Congolese women stage protest against fighters

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Women have gathered in number in Eastern Congo to protest against the fighting that has made life in the region a living hell. The demonstrators sang and chanted in Swahili saying, ‘God take care of us, we are tired.’

The women in their hundreds are marching all over the eastern city of Goma demanding peace and protection. The women say they gather together to cry and to ask for peace because their children are sick, starving, lost or dead. They also said they were being raped by rebel fighters, as well as army and police forces.

According to the spokesman for the charity ActionAid, the high incidence of rape sometimes resulted in offspring known as the children of war. The husbands of the rape victims were often killed just so the rebels could have their way with the women. “Enough is enough, we are tired,’ they say.

The recent fighting that escalated around the end of August has displaced around 250,000 people, despite the presence of the largest UN peacekeeping force in the world. Soldiers and rebels are guarding a tense front line in Goma, raising fears that fighting would resume, despite a ceasefire call.

General Laurent Nkunda says he is fighting because the Congolese government has not done enough to protect his minority Tutsi ethnic group from Hutu militias.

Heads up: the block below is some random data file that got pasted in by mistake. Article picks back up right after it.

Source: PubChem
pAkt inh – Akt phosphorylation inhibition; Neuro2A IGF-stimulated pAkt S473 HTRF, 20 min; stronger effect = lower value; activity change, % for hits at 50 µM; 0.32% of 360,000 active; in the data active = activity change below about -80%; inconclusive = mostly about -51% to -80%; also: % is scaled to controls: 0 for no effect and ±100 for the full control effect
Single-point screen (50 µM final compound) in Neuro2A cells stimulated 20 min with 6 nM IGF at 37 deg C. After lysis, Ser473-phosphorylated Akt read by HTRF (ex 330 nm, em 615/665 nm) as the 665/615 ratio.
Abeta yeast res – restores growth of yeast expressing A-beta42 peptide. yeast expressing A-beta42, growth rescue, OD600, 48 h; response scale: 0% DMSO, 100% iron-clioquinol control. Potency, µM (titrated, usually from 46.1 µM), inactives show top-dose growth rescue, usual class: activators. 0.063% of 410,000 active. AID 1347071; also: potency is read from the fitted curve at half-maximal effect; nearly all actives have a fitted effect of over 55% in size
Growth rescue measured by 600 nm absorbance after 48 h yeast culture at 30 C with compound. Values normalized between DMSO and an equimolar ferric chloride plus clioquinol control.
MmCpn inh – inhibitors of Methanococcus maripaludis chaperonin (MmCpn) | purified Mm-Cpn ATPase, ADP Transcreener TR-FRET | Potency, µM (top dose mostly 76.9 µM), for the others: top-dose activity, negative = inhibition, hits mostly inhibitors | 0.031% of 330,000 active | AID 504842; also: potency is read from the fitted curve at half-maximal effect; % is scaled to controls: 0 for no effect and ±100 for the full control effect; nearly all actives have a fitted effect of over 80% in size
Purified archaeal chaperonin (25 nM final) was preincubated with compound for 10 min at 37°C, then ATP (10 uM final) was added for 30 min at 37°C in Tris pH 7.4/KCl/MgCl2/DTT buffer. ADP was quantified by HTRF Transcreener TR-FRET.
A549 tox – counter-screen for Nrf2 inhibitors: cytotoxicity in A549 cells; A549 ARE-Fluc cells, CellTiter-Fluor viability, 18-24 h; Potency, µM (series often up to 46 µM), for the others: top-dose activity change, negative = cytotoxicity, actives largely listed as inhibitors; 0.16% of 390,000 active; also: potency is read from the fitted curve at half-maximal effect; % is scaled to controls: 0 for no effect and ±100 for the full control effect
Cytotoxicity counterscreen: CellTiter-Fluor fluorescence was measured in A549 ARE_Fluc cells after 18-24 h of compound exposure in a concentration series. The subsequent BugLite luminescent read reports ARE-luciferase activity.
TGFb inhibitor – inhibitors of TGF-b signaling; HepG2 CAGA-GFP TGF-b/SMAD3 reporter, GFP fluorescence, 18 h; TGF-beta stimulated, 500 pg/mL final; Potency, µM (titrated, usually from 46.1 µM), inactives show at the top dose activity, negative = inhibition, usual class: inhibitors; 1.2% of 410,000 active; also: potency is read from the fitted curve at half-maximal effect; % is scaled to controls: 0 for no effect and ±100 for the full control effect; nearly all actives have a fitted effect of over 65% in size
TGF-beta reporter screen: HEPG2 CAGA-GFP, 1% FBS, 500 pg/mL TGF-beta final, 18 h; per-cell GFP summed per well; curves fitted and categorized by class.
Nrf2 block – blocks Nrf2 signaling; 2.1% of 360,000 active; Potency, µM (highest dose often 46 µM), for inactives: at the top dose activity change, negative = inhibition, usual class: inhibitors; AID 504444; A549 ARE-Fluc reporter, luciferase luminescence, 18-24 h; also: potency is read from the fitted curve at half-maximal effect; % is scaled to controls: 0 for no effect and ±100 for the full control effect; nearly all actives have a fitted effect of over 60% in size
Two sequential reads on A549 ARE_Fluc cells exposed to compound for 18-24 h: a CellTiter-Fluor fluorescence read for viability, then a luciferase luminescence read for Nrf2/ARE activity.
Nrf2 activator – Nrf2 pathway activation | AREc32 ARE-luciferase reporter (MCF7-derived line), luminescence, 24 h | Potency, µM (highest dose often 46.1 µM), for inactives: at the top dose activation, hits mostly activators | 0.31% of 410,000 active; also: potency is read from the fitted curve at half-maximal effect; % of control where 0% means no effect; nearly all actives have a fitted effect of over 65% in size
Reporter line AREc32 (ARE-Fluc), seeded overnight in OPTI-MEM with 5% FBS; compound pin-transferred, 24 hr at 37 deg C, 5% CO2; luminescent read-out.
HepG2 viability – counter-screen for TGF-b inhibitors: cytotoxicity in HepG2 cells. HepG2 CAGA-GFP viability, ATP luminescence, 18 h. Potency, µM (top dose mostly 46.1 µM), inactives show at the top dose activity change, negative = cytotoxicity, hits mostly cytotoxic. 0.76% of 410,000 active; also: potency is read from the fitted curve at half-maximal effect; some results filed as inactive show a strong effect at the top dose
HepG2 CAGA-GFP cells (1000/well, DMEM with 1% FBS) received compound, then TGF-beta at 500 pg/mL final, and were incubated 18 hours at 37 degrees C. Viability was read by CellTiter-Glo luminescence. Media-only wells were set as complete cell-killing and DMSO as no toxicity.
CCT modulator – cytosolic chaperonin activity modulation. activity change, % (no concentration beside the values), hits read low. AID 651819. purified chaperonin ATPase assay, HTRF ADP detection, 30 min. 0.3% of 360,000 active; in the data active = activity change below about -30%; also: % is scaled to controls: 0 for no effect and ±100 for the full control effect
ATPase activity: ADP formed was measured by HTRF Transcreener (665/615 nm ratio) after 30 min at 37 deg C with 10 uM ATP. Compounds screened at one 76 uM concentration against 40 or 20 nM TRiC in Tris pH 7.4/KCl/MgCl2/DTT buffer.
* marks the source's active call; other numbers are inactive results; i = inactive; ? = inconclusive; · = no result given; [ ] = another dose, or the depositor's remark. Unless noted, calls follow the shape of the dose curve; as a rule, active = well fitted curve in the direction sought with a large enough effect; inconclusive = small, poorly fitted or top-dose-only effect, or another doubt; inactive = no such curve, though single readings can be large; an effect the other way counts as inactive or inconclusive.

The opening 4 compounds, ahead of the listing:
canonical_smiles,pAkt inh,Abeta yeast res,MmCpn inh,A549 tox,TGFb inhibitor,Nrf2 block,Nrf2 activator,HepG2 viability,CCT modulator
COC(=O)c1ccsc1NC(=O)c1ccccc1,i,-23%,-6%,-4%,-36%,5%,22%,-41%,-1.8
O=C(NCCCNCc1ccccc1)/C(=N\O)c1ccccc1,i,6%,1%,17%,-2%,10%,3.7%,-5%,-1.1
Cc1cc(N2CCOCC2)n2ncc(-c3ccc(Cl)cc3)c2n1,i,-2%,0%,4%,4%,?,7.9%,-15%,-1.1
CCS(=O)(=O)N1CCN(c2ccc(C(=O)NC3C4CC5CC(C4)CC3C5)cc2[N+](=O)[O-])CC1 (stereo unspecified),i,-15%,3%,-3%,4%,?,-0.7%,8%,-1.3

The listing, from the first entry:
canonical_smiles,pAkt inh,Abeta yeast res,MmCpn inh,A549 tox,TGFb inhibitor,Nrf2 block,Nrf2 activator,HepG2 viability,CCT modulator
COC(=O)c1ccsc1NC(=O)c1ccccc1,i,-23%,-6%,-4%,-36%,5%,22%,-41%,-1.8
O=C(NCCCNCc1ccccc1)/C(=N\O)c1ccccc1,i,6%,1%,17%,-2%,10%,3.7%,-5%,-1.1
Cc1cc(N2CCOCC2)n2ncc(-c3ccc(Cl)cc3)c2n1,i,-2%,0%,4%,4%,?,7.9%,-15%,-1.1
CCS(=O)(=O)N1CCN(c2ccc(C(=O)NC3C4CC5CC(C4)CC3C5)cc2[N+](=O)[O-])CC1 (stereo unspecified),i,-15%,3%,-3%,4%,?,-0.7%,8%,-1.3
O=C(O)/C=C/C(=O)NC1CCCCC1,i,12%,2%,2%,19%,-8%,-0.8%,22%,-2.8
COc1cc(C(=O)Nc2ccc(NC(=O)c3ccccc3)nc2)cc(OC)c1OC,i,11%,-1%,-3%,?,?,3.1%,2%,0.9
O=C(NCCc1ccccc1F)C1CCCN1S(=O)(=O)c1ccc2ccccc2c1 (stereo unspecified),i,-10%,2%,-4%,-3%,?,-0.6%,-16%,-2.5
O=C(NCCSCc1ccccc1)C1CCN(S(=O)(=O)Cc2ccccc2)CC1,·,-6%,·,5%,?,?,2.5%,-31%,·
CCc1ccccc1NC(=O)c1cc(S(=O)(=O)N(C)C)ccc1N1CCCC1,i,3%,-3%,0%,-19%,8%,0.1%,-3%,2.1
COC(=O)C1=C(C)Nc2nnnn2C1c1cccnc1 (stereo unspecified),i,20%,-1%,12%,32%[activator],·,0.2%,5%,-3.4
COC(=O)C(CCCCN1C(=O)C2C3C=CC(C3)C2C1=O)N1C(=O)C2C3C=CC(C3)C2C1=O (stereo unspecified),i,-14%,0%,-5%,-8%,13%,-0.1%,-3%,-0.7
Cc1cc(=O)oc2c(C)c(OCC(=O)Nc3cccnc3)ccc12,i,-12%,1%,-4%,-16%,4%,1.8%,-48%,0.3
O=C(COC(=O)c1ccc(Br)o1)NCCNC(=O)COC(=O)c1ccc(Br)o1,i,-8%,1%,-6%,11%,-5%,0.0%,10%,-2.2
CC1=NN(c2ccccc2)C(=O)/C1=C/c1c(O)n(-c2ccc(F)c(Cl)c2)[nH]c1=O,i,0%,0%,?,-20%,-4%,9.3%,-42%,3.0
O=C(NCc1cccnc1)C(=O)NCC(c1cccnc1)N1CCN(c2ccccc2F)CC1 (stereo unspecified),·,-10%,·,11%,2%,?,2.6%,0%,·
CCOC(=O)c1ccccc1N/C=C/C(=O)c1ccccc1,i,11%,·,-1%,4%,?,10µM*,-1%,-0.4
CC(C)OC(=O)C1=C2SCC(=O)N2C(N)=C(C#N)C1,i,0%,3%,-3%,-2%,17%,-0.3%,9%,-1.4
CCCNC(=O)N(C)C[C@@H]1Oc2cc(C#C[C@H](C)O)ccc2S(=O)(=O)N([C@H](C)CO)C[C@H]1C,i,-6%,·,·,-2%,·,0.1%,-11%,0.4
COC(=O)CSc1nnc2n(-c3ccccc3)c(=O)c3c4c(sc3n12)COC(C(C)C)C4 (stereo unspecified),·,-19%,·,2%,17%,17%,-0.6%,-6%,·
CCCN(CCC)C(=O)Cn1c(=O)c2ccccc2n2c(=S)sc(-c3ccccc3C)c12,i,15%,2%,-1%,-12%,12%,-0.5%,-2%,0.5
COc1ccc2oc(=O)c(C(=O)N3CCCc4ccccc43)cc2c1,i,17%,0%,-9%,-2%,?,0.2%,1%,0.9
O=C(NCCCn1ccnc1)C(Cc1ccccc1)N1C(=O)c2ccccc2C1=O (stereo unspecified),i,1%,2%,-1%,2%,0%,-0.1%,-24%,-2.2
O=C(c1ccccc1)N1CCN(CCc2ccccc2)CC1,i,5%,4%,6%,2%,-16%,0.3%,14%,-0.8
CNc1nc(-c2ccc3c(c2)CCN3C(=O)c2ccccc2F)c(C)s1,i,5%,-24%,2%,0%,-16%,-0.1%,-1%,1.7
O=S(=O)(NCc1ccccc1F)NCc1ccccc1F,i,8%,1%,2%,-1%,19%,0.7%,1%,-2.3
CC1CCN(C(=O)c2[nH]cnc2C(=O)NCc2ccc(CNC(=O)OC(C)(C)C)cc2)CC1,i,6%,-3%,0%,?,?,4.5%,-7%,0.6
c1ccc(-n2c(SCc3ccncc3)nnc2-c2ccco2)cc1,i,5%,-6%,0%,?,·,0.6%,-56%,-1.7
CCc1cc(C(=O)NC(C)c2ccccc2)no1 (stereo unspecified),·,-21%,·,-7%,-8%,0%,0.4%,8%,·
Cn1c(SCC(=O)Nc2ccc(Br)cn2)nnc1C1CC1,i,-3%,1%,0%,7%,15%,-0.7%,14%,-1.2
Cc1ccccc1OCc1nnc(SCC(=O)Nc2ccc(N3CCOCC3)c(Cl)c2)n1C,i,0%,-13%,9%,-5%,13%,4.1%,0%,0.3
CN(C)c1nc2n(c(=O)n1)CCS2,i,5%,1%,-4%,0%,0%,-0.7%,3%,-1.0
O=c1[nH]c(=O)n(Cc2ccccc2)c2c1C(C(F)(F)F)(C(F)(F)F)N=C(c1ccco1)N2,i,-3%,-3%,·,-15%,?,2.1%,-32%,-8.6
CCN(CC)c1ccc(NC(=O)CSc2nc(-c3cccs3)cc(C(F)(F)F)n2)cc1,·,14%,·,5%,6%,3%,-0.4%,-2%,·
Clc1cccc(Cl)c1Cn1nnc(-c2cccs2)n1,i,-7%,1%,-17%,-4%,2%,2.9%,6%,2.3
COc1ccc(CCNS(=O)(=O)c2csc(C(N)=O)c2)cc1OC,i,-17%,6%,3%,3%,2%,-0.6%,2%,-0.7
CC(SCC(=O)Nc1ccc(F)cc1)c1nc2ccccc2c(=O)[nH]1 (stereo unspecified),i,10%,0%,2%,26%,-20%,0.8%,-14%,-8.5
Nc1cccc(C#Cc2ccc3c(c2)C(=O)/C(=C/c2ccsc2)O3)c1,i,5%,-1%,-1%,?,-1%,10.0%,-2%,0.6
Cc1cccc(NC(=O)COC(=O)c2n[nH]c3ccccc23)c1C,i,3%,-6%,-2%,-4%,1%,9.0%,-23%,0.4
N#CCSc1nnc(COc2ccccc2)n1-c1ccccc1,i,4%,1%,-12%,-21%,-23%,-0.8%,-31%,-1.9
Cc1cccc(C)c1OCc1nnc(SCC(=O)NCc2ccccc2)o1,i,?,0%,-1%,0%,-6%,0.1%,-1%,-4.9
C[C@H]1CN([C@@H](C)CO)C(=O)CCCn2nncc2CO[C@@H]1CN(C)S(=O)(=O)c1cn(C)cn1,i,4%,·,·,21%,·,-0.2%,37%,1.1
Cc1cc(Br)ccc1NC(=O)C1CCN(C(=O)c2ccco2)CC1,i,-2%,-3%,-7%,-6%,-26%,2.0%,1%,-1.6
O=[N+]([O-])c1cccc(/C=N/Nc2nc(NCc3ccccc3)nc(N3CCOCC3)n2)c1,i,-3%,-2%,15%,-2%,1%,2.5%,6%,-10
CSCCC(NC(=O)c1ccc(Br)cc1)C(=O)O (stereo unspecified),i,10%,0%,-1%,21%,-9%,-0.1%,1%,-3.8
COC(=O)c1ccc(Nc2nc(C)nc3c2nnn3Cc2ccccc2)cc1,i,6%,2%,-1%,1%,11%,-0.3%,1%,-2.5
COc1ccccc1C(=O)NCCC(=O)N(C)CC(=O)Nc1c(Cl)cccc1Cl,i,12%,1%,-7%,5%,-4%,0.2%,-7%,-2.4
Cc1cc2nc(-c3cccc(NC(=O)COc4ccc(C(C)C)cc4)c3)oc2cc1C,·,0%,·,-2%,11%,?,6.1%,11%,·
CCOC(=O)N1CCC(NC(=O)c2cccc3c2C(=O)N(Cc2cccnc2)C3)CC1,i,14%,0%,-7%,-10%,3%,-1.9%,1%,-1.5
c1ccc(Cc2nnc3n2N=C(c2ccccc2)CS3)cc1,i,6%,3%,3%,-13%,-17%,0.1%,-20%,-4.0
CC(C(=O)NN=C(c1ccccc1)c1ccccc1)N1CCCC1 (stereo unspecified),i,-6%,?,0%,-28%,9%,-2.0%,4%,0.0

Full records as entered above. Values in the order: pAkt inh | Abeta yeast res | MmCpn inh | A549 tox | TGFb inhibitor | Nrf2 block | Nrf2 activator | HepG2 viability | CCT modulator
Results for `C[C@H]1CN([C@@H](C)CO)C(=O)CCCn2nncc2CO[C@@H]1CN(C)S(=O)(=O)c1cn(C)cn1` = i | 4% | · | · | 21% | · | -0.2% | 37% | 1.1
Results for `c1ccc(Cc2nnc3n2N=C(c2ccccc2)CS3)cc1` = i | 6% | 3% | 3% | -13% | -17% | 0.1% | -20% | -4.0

In addition to violence, women are dealing with food shortages and disease. Around 1,000 cases of cholera have been reported since October, the World Health Organization warned.

The Congolese women say they are ready to march to the rebel camps and cry and protest the Hutu-Tutsi clashes, to demand peace, reconciliation and protection.

The Hutu fighters have lived in eastern DR Congo since 1994 and have been a key factor in destabilizing the region while rebel leader Laurent Nkunda has made the disarmament of the Hutu forces a key demand to halting his rebellion.

However, Rwanda and the Democratic Republic of Congo have agreed to co-operate to deal with forces along their common border blamed for the 1994 Rwandan genocide.

Both countries’ foreign ministers said Rwandan intelligence teams would go into DR Congo to help eradicate them.

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